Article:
Child labourers


 I saw this and I went ‘ahh.’


I saw this and I laughed at the incongruity of it. 


I saw this, my body tensed and a voice inside my head cried ‘child labour!’

We had been talking with a man about his carpet weaving business when he invited us to his house. Before sitting down on expensive green carpets and being served tea and sweets, he showed us his work: a dimly lit room, one end filled with bundles of dyed wool while along one side a bench with two boys and three girls sat facing the wall, hands flickering as they twisted and wove the yarn. The youngest looked about five.

They were, he said over tea, his family. ‘Trainees,’ they only worked after school finished at noon. I felt a certain elusiveness in these answers. He was more precise on other matters. It would take his trainees four months to weave a 12 meter square carpet, three square meters a month, twice that if they worked full time. Whether or not the children would get fed or paid was not a question I felt able to ask.

But one question in particular has been bothering me since this encounter a week ago. Why was my reaction so strong when I see children working everyday and bat not an eyelid? Children herding flocks of sheep all day, girls washing clothes in frozen streams, boys carrying water or working in the fields. Is it just because these fit my own perception of rural life, while children of the same age working inside have a more sinister, workhouse light to them in my mind? Children outside: good and wholesome. Children inside: Oliver Twist or obese kids watching too much TV.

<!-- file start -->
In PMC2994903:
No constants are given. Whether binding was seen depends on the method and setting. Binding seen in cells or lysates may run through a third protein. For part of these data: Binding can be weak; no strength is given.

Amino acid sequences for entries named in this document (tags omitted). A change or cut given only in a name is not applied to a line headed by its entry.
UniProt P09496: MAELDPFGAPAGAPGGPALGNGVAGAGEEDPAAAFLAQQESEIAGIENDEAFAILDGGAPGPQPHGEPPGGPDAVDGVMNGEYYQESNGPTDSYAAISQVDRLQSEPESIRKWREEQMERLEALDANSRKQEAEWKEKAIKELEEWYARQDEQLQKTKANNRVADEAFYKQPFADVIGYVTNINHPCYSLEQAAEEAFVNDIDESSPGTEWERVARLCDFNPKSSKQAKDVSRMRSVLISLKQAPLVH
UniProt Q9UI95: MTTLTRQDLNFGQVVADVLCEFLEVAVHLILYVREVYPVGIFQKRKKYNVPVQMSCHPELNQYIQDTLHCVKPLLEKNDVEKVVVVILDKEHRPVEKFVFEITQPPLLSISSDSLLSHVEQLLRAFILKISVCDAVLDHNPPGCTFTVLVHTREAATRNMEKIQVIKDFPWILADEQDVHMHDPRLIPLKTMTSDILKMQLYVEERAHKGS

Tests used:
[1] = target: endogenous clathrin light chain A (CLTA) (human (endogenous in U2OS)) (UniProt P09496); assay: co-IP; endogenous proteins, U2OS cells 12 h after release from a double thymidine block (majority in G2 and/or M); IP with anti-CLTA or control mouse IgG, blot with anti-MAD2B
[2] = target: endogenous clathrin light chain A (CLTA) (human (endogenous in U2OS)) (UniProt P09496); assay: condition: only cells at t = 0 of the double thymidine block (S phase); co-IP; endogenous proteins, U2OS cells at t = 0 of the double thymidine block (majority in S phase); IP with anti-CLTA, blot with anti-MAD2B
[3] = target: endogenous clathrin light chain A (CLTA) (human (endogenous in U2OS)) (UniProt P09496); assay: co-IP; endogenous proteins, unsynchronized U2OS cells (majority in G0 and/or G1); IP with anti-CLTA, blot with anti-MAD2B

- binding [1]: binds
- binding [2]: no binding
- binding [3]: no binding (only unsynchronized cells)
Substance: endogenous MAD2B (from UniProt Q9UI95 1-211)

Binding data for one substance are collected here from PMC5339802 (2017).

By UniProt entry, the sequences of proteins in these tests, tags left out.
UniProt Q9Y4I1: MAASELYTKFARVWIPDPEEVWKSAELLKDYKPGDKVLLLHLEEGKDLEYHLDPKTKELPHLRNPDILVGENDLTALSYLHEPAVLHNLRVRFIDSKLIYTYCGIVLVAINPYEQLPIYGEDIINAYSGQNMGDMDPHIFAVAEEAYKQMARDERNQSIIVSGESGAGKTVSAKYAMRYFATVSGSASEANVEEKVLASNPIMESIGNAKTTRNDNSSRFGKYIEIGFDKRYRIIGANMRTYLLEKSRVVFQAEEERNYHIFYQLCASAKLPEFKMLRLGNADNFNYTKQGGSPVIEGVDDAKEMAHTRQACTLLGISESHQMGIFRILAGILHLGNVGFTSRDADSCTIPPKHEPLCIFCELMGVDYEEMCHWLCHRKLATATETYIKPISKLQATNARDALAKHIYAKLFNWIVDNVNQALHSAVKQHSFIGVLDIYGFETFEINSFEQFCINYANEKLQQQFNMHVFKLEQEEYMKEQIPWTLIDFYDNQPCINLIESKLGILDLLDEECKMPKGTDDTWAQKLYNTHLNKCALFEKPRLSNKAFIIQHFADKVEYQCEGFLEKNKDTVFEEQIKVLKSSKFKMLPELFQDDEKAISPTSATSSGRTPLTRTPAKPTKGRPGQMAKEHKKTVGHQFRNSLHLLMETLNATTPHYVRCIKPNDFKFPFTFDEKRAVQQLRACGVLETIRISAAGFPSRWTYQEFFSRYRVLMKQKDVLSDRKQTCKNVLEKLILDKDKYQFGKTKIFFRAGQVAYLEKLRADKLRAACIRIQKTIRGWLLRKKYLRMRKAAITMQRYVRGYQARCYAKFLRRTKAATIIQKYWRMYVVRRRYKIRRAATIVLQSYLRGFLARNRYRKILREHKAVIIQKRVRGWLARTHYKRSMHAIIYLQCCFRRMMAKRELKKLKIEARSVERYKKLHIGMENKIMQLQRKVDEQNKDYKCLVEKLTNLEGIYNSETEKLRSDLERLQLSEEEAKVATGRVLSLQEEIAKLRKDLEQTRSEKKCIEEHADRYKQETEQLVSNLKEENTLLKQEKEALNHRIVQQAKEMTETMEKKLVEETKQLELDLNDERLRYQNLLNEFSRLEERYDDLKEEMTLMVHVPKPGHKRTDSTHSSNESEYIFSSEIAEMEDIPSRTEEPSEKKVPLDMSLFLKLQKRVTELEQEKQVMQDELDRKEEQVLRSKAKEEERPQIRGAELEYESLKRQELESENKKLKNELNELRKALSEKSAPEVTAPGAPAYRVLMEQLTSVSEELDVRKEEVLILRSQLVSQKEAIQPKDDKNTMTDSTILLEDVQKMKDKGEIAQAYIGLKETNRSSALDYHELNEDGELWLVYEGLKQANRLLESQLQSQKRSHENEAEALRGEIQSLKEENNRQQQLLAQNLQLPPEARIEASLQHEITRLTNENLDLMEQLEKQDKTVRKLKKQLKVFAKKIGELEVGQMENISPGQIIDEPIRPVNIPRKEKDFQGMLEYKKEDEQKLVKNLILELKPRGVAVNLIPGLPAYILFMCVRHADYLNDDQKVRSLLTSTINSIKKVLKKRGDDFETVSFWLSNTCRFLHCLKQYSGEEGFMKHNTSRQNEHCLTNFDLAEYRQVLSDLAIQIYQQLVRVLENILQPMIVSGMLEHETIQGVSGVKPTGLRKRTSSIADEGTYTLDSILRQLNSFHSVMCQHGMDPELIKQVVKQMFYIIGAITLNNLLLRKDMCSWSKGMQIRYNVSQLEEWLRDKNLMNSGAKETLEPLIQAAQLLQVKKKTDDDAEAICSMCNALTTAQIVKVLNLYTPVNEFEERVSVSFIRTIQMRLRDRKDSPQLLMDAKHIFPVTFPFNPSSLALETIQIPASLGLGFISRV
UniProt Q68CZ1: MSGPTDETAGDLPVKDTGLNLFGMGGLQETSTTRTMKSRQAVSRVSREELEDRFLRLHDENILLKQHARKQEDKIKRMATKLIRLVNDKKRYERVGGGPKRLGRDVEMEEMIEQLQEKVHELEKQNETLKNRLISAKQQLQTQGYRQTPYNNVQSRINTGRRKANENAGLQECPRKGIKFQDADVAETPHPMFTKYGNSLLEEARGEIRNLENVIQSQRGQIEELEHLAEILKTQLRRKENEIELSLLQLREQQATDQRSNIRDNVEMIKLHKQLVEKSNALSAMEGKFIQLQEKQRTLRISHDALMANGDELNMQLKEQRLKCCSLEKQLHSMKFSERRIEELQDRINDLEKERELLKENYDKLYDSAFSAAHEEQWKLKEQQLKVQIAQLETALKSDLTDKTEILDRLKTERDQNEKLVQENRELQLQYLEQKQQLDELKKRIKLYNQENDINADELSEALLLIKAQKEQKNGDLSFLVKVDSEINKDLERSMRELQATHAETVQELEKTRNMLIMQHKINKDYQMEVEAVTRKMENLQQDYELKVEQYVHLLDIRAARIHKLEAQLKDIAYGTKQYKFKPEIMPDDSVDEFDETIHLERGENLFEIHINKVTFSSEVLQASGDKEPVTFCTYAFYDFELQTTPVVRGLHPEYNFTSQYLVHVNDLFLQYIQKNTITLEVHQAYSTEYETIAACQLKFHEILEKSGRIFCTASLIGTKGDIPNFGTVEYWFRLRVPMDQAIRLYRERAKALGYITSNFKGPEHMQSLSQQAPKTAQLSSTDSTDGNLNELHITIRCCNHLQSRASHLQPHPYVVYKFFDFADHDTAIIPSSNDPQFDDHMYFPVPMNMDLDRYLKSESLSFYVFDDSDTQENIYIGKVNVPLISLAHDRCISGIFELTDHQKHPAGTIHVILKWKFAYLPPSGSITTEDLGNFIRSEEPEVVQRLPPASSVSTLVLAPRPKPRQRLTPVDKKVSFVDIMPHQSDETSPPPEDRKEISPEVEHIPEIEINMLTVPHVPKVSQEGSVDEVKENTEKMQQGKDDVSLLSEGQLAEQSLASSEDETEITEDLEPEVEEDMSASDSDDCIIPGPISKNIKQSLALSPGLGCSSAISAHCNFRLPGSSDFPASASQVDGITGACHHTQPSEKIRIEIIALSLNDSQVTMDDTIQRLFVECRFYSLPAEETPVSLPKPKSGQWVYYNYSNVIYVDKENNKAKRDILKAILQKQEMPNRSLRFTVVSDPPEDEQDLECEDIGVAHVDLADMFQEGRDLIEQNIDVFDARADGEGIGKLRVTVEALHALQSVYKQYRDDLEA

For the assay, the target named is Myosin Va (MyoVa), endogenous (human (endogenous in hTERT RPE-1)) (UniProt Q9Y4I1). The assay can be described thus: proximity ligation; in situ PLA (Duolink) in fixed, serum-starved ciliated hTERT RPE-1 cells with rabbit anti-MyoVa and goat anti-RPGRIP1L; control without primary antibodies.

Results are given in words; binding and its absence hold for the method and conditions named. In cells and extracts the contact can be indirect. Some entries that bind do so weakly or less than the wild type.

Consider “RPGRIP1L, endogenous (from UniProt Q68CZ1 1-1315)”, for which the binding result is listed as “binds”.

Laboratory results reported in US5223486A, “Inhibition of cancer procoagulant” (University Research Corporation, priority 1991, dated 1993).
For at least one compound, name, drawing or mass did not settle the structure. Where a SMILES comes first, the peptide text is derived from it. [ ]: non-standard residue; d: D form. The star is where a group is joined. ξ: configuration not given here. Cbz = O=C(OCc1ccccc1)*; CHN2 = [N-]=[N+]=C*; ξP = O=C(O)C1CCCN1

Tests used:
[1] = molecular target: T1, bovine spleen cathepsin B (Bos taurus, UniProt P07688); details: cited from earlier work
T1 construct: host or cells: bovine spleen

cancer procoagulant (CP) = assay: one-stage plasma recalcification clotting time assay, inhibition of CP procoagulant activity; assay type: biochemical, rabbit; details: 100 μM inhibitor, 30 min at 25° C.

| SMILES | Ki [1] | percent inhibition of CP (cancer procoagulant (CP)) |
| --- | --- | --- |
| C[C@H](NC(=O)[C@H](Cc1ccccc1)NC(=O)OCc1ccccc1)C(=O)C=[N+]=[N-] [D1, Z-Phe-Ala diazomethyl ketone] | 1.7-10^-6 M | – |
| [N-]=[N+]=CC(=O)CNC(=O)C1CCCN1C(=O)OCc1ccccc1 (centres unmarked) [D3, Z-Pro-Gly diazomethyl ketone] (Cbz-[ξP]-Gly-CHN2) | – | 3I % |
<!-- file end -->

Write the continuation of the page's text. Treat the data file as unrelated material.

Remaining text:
To my mind, the idea of ‘child labour’ – with its usual Western connotations – does not hold much water in Afghanistan. As in many parts of the world, the concept of ‘childhood’ does not have the same aura of sanctity that the Victorians pinned to it. Cultural relativity should not become an excuse for ignoring children’s rights, but children are expected to work and out of necessity may often have no choice.

However much I rationalised it, I still walked away feeling deeply uneasy. What concerned me with the carpet weavers was the possibility they were not child labourers but bonded labourers: ‘owned’ by the business man, working to pay off their families’ debt.

Or, they could be attending school while also learning a valuable practical skill, and in twenty years time their eyesight may be just fine.


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